Who is the best coach that you have ever been exposed to?
Think globally, it is not just about sports. It could have been a teacher, a friend, a colleague, a boss or a family member as well. What was it about what they said to you that made you think and challenge your assumptions? Good coaches have a special quality about them. They are able to get you to a place where you feel confident enough to take on a challenge or comfortable enough to confront an issue.
If you are thinking about moving your career along, or are thinking about how to coach someone who is ready to jump, keep in mind the following tenets:
Do your homework
Research and network in advance of making a move. Know who the key players are, talk with people in that space and get a sense of what it is really like on that side of things.
Timing is key
When it comes to managing your career, timing is critical. Do not jump too soon, and do not wait too long for the right opportunity to come along. A good coach will help you understand when the timing is right and when you should make the move, and when you should stay put for a little longer.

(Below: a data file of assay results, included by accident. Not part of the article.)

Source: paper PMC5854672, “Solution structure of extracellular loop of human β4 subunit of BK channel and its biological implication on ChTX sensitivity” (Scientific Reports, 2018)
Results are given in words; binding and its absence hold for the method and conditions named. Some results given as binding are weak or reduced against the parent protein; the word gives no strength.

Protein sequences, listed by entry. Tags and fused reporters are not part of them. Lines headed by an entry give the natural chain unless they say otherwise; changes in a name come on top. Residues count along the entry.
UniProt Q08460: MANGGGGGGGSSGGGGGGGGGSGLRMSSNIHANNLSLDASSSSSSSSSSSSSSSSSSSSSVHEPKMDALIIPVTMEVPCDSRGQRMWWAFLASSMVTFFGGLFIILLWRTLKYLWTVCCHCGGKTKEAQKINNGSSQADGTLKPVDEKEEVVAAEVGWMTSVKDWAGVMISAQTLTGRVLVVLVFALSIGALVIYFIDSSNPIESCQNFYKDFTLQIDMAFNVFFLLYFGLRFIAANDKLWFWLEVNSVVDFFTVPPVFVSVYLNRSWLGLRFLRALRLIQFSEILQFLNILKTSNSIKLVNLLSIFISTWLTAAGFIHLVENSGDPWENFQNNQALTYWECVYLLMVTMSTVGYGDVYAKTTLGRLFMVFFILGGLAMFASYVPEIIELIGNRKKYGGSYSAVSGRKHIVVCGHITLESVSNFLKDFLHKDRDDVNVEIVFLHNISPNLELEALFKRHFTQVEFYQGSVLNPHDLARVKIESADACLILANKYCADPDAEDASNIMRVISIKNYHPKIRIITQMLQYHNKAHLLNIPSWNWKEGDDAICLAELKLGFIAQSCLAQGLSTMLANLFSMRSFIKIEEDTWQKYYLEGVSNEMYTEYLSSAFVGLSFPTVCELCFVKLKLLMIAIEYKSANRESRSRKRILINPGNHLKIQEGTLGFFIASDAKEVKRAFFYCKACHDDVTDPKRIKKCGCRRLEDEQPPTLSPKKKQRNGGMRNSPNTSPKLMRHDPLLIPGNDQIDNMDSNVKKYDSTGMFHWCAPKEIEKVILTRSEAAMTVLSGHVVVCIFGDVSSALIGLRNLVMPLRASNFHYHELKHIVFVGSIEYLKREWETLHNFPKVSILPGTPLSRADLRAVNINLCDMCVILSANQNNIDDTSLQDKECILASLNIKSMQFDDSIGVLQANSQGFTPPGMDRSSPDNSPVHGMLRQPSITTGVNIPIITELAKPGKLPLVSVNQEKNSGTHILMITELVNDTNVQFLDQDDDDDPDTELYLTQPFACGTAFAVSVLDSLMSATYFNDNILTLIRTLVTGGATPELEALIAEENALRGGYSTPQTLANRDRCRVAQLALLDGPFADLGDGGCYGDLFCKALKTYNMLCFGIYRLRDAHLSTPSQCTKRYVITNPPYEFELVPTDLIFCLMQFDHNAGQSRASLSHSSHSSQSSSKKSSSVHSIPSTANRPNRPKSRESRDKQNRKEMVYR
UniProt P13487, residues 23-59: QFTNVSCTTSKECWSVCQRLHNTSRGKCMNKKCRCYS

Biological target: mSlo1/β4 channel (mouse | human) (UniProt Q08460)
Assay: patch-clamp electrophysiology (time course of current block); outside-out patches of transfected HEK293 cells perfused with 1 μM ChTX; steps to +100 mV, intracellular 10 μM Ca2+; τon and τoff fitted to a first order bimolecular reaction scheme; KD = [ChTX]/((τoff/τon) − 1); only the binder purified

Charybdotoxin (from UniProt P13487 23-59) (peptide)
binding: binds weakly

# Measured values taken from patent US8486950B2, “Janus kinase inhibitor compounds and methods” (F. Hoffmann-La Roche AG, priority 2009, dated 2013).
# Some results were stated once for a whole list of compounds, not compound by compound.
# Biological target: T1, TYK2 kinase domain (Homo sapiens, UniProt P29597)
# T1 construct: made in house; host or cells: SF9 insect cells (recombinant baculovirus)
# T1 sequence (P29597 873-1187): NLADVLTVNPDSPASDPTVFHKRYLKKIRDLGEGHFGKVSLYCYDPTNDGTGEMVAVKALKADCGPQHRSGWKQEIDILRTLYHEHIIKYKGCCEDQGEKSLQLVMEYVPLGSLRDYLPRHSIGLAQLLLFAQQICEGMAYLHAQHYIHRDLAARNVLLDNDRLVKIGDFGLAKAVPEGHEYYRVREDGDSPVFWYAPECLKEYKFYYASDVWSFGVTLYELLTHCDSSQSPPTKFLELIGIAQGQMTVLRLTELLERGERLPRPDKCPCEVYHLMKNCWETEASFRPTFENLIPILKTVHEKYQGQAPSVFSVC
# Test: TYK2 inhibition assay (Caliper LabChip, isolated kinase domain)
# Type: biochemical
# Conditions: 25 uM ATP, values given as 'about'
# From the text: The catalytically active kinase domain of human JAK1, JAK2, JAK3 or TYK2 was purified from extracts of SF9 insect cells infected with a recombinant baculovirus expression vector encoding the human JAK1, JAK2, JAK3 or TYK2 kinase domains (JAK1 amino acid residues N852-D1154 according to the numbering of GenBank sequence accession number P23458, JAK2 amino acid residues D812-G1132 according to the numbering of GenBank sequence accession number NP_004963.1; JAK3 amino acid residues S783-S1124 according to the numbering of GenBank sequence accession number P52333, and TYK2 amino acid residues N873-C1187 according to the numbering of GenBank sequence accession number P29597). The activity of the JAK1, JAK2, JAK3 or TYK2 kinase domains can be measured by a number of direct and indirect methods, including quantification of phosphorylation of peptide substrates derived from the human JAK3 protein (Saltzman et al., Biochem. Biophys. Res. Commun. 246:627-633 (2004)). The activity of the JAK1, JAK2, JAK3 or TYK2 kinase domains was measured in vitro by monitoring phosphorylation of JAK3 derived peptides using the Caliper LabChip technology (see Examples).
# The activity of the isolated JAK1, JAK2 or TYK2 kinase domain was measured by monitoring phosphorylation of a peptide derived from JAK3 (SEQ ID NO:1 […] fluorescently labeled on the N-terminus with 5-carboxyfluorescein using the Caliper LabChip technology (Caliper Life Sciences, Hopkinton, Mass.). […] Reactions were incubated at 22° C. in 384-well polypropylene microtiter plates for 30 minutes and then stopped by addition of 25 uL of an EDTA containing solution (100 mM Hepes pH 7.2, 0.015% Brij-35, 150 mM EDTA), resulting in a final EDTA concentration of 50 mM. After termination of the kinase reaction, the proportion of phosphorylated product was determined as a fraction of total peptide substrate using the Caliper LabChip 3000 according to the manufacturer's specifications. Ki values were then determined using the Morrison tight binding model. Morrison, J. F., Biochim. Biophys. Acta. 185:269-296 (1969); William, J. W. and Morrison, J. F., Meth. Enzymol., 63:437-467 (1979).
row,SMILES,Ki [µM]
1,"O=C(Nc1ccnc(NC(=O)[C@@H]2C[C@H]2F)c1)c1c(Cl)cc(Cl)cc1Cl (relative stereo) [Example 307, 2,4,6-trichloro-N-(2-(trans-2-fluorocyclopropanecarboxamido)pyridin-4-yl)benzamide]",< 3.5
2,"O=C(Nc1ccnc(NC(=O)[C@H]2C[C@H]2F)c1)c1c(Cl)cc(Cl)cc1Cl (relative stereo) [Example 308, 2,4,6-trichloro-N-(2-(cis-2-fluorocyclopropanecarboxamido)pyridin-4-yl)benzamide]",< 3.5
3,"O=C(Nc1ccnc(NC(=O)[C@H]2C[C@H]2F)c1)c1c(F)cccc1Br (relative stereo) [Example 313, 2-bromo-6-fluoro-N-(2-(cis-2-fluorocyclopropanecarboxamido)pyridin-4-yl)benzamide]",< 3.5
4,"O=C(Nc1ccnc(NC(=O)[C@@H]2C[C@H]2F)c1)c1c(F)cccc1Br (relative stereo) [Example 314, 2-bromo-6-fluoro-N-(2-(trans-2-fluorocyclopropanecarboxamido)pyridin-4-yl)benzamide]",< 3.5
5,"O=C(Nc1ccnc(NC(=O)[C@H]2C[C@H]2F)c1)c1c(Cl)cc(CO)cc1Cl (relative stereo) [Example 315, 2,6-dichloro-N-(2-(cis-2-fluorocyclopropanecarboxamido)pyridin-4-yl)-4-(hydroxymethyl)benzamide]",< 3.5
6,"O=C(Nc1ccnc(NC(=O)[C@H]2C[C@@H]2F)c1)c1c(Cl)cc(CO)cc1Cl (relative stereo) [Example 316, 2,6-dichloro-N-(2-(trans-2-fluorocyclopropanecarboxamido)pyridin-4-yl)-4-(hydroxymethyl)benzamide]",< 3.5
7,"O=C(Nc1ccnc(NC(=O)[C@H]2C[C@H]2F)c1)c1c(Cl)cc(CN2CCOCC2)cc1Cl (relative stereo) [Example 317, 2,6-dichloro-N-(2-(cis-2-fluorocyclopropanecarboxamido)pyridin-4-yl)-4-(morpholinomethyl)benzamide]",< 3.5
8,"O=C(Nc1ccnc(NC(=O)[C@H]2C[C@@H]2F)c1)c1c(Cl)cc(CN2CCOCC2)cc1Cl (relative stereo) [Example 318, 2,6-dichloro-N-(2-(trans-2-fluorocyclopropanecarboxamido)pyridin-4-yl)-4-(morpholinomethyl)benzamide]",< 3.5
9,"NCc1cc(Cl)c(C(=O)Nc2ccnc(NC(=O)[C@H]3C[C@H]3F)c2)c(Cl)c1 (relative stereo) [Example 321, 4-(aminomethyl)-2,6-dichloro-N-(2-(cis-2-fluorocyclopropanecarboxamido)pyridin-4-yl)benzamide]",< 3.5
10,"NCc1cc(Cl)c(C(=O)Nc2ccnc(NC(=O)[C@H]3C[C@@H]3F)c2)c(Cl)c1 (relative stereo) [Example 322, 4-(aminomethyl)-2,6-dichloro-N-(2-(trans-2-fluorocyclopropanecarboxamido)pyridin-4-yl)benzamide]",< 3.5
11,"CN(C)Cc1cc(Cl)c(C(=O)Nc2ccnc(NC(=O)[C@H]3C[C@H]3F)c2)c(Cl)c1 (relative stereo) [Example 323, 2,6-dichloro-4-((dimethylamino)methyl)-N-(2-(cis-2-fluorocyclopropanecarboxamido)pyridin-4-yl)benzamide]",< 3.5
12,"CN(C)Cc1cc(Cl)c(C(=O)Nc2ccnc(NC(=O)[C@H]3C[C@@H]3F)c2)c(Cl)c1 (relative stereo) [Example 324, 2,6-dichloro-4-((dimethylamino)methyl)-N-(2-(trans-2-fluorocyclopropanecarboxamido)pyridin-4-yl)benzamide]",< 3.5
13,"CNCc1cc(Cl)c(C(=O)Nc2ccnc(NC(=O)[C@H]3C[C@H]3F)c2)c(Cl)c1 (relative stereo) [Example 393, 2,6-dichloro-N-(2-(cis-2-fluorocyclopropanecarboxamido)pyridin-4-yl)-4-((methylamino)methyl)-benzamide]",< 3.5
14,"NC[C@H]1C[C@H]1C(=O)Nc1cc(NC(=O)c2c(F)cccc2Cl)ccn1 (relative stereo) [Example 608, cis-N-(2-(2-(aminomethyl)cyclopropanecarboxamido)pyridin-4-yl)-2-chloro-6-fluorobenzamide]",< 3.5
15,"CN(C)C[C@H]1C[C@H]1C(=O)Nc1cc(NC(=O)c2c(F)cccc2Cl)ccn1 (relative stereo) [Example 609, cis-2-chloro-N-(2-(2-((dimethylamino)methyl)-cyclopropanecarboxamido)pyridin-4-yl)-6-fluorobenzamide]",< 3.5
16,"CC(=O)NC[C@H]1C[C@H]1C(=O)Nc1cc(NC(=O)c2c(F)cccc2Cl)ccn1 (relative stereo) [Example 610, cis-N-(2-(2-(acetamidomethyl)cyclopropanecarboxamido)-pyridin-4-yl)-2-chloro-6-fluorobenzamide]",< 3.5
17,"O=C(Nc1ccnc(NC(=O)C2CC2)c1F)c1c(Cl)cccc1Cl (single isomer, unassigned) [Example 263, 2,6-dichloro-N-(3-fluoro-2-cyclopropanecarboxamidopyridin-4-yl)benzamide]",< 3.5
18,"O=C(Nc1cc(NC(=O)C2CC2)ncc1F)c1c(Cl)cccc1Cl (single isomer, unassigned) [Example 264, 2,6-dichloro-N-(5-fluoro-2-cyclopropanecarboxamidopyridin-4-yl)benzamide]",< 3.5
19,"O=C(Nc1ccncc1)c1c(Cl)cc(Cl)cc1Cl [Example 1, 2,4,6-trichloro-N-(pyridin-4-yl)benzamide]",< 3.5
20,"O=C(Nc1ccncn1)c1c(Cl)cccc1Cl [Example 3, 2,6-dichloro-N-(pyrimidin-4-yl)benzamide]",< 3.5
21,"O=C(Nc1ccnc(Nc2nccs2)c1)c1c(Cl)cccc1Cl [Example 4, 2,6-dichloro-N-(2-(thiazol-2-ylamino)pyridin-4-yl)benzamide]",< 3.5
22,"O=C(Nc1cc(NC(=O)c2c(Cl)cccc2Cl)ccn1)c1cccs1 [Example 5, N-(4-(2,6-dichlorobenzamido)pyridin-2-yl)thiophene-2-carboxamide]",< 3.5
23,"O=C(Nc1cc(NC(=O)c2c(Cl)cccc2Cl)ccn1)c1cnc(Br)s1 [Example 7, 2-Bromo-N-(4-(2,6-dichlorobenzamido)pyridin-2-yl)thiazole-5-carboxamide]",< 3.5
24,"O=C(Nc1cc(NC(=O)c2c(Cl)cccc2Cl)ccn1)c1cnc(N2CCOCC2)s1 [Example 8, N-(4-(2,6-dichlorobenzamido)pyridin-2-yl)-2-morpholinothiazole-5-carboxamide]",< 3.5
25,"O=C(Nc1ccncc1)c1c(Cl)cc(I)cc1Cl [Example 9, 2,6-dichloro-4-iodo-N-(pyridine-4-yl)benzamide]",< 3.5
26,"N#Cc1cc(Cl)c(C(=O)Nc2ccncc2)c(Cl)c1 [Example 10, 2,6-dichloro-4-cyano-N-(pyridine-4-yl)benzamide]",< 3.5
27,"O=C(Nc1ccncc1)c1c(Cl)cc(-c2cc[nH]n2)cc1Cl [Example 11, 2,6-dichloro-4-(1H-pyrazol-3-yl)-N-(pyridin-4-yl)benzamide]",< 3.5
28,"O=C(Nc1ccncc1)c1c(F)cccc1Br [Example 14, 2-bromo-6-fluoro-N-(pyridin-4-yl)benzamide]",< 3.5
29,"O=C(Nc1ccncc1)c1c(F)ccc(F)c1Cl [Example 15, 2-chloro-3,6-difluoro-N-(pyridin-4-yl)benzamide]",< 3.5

Lateral moves are good too
Do not just always assume that you have to move up in an organization. Gaining breadth of experience and exposure will help your long-term potential.
Think two to three moves ahead
Think before you act, what opportunities will this next role set you up for? Be strategic about what roles you take, try and avoid pigeon-holding yourself into what area.
Get on the ground experience
Get as close to the customer as you can, understand how the company operates and do not be afraid to get dirty.
Navigating a career takes effort and a good deal of work, it takes a support system and for many people that means it takes a good coach; someone who can get you to see through any biases that you may have about a particular role or person.
Keep these tenets in mind as you think about how to coach your employees through critical career transitions.